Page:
OPEN Nature communications | 24 Dec 2017
E De Santis, H Alkassem, B Lamarre, N Faruqui, A Bella, JE Noble, N Micale, S Ray, JR Burns, AR Yon, BW Hoogenboom and MG Ryadnov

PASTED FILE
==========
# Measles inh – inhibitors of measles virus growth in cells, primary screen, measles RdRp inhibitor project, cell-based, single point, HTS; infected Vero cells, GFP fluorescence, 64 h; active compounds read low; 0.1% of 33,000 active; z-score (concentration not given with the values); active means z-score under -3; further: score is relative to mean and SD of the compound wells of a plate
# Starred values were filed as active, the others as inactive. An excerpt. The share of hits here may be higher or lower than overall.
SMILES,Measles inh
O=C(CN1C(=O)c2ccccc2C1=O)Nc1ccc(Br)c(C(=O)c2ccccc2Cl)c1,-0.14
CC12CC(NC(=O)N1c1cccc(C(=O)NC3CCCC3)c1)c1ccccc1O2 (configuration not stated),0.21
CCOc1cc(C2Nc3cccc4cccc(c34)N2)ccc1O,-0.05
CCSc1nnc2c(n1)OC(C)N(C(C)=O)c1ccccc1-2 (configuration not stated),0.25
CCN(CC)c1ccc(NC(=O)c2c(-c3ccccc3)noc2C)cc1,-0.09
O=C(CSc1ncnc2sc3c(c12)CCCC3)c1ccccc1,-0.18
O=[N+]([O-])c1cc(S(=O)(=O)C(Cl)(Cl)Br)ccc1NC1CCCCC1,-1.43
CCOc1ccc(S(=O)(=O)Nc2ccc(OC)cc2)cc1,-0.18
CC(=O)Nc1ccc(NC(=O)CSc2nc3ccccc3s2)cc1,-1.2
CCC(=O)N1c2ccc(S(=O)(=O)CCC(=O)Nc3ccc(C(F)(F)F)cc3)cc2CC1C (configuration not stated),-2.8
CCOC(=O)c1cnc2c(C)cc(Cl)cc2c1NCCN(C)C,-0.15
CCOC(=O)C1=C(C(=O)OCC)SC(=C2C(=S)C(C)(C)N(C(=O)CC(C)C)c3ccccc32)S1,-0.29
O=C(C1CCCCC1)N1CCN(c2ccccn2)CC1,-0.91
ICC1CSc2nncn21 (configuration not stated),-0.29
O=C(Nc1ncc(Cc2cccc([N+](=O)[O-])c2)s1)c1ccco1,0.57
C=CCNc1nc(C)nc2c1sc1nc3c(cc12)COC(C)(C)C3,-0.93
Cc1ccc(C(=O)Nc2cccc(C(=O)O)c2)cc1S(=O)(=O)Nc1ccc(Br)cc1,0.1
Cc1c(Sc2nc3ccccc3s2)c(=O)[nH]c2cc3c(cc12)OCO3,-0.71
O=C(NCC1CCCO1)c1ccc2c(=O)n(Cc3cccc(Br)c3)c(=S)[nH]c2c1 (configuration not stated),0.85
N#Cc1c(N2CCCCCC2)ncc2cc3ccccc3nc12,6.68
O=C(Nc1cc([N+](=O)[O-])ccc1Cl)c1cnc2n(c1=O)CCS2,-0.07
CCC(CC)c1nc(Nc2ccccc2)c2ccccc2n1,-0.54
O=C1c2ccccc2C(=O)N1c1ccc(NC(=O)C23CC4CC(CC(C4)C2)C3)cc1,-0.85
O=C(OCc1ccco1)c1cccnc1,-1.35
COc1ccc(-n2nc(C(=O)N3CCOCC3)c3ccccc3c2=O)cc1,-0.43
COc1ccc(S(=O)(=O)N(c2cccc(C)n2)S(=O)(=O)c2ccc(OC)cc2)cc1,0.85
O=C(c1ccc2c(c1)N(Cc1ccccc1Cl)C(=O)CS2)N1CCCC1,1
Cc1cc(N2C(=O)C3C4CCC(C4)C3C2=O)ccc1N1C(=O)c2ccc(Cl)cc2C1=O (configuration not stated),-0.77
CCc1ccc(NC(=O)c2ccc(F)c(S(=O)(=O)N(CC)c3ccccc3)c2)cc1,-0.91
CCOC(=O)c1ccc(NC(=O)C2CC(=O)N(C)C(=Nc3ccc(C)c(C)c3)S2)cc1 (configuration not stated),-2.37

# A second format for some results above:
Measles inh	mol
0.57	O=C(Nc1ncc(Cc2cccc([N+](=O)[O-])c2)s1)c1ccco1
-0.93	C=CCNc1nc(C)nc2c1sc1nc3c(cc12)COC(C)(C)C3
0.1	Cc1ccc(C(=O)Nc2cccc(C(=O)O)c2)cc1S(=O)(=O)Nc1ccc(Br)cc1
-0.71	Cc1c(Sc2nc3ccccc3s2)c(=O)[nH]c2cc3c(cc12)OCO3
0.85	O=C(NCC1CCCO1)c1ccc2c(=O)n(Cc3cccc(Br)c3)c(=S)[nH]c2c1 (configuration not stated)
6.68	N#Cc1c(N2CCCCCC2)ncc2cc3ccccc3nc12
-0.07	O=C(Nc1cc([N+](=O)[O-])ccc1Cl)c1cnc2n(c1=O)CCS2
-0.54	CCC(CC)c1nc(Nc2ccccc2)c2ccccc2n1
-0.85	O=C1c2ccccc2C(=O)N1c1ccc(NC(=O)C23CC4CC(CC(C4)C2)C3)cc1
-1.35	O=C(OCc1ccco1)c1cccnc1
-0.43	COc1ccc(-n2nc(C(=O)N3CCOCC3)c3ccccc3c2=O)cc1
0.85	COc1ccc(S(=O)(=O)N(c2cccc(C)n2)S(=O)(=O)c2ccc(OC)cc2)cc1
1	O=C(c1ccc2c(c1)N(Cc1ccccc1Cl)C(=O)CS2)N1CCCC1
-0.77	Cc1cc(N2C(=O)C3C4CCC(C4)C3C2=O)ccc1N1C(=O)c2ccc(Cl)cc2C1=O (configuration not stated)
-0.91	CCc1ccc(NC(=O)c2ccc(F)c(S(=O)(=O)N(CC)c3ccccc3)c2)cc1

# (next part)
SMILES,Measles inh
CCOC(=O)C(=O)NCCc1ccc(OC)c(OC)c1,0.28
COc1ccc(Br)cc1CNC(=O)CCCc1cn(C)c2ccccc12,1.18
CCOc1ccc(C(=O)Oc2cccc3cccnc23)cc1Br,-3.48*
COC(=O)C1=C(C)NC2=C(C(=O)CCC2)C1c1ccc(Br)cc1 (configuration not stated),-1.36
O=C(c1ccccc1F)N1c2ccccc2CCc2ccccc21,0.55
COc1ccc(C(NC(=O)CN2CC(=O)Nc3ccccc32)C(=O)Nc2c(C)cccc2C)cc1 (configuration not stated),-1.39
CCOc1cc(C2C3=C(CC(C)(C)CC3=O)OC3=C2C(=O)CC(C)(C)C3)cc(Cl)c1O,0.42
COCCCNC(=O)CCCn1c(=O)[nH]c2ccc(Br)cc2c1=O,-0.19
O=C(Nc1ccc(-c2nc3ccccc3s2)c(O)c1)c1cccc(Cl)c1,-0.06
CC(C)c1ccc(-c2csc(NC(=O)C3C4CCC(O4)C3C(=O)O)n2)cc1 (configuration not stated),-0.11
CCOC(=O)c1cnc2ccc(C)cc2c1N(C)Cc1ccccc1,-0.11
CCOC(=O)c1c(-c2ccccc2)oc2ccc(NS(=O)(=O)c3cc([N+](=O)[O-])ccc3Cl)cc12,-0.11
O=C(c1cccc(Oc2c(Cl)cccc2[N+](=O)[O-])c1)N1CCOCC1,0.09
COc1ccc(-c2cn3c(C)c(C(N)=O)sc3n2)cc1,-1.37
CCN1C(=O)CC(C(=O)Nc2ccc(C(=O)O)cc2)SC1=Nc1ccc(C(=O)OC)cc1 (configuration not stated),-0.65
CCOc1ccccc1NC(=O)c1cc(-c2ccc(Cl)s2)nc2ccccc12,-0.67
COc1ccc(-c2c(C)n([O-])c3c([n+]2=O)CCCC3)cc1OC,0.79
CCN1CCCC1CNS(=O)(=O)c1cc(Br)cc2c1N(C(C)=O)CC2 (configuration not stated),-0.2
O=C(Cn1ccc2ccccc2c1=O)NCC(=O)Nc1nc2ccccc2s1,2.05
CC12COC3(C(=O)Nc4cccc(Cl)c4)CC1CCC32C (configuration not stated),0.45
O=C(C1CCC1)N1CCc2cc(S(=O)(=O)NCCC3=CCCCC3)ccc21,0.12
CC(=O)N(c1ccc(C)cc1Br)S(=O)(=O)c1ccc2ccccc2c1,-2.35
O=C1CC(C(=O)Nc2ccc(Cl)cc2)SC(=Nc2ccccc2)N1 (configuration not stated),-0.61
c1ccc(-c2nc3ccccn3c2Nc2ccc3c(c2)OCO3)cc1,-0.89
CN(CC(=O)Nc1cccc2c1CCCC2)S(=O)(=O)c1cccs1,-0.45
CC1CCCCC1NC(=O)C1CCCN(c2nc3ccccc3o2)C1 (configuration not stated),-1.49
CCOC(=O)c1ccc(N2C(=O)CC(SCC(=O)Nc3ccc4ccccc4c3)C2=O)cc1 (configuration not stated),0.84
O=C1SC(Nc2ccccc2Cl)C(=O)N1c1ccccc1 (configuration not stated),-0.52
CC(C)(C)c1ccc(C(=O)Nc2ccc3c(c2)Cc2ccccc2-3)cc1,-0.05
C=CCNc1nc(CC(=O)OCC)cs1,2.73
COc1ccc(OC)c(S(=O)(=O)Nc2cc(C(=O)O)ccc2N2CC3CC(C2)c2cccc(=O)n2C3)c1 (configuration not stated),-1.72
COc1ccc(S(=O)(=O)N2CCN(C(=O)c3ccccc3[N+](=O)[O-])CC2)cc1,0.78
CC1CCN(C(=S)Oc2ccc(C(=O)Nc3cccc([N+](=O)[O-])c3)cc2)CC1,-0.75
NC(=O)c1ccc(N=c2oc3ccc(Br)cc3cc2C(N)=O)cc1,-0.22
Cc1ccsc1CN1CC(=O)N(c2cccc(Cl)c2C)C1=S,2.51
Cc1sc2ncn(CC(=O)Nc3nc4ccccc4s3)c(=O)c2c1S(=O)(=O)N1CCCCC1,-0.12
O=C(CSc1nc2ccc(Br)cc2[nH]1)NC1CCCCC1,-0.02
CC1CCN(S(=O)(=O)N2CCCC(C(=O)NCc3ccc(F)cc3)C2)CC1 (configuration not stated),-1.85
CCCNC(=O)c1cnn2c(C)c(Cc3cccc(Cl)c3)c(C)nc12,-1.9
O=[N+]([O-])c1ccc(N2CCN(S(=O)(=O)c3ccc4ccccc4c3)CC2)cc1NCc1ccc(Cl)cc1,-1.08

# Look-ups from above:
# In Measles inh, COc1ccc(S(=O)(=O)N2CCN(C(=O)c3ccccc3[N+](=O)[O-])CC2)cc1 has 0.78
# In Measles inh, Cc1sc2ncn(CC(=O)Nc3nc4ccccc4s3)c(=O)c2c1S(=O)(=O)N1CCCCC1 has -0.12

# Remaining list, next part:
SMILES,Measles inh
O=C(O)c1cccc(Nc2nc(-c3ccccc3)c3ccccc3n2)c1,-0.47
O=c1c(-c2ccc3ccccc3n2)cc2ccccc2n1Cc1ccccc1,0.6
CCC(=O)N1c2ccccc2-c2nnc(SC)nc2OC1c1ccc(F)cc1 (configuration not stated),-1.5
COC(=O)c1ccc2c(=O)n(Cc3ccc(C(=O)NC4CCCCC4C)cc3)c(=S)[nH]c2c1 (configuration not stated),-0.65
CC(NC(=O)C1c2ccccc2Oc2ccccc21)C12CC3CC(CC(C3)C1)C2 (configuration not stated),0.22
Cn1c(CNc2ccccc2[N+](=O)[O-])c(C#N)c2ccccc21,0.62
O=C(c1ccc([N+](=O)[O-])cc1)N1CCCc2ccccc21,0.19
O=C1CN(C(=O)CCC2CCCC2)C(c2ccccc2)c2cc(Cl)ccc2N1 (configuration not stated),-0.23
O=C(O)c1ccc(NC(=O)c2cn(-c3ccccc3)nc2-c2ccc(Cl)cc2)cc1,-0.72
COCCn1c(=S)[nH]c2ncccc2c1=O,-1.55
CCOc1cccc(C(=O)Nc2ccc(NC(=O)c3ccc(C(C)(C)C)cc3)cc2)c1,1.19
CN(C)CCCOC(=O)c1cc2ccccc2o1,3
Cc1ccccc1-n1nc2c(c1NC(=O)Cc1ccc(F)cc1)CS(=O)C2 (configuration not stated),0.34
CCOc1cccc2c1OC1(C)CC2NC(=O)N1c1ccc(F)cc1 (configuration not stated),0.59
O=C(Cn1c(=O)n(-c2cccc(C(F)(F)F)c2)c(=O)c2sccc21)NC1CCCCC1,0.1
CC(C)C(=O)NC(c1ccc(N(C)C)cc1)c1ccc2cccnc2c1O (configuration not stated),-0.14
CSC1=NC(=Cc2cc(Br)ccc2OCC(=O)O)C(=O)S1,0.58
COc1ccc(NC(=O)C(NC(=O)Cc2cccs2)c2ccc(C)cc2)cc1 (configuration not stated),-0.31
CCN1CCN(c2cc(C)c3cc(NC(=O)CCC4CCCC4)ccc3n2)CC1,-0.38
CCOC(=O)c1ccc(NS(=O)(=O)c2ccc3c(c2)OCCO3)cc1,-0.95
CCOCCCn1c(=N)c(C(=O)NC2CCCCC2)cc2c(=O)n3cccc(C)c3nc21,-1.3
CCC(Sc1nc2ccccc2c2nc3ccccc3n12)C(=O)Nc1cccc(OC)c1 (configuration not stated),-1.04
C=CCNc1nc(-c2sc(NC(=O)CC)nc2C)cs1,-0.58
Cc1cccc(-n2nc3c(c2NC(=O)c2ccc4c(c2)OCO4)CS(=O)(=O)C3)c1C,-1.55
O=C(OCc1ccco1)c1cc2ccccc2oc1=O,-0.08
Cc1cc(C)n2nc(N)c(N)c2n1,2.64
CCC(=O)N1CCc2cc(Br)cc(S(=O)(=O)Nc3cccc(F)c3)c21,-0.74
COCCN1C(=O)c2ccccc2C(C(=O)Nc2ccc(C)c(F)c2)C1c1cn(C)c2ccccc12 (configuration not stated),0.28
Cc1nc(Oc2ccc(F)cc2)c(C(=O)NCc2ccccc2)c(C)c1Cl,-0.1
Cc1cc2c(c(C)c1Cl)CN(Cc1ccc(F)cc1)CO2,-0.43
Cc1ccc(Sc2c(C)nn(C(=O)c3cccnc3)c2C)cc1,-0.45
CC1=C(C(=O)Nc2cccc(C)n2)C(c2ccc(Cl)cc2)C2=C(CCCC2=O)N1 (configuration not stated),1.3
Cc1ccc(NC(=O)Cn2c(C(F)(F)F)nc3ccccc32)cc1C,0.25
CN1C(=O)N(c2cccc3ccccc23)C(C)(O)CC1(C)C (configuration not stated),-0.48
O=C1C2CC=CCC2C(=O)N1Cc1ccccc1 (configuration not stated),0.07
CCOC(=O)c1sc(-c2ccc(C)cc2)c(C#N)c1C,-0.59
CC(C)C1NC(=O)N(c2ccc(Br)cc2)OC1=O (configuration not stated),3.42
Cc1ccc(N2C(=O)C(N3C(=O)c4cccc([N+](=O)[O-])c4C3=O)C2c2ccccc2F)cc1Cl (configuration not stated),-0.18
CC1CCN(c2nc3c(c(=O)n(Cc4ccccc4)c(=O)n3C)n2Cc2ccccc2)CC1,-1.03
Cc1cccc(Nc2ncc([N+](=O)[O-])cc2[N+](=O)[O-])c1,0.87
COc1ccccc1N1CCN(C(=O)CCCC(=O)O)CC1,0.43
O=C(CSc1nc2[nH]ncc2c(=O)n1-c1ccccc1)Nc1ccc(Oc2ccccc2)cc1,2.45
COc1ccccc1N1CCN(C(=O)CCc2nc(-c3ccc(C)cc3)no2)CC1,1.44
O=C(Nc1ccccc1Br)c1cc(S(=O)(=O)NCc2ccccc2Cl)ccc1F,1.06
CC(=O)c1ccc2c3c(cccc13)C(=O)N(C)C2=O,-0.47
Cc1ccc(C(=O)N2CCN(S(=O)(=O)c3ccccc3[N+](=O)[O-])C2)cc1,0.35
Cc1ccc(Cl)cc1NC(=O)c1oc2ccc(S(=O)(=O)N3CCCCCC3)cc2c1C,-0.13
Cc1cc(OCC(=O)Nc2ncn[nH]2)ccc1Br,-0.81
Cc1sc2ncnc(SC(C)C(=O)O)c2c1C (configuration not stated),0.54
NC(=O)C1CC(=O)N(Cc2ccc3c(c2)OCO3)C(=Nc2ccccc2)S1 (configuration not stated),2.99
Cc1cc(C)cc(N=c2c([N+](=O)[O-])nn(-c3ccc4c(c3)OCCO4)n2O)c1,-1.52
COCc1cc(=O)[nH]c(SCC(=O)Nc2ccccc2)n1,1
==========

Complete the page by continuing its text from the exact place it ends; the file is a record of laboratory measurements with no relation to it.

The spread of bacterial resistance to antibiotics poses the need for antimicrobial discovery. With traditional search paradigms being exhausted, approaches that are altogether different from antibiotics may offer promising and creative solutions. Here, we introduce a de novo peptide topology that-by emulating the virus architecture-assembles into discrete antimicrobial capsids. Using the combination of high-resolution and real-time imaging, we demonstrate that these artificial capsids assemble as 20-nm hollow shells that attack bacterial membranes and upon landing on phospholipid bilayers instantaneously (seconds) convert into rapidly expanding pores causing membrane lysis (minutes). The designed capsids show broad antimicrobial activities, thus executing one primary function-they destroy bacteria on contact.
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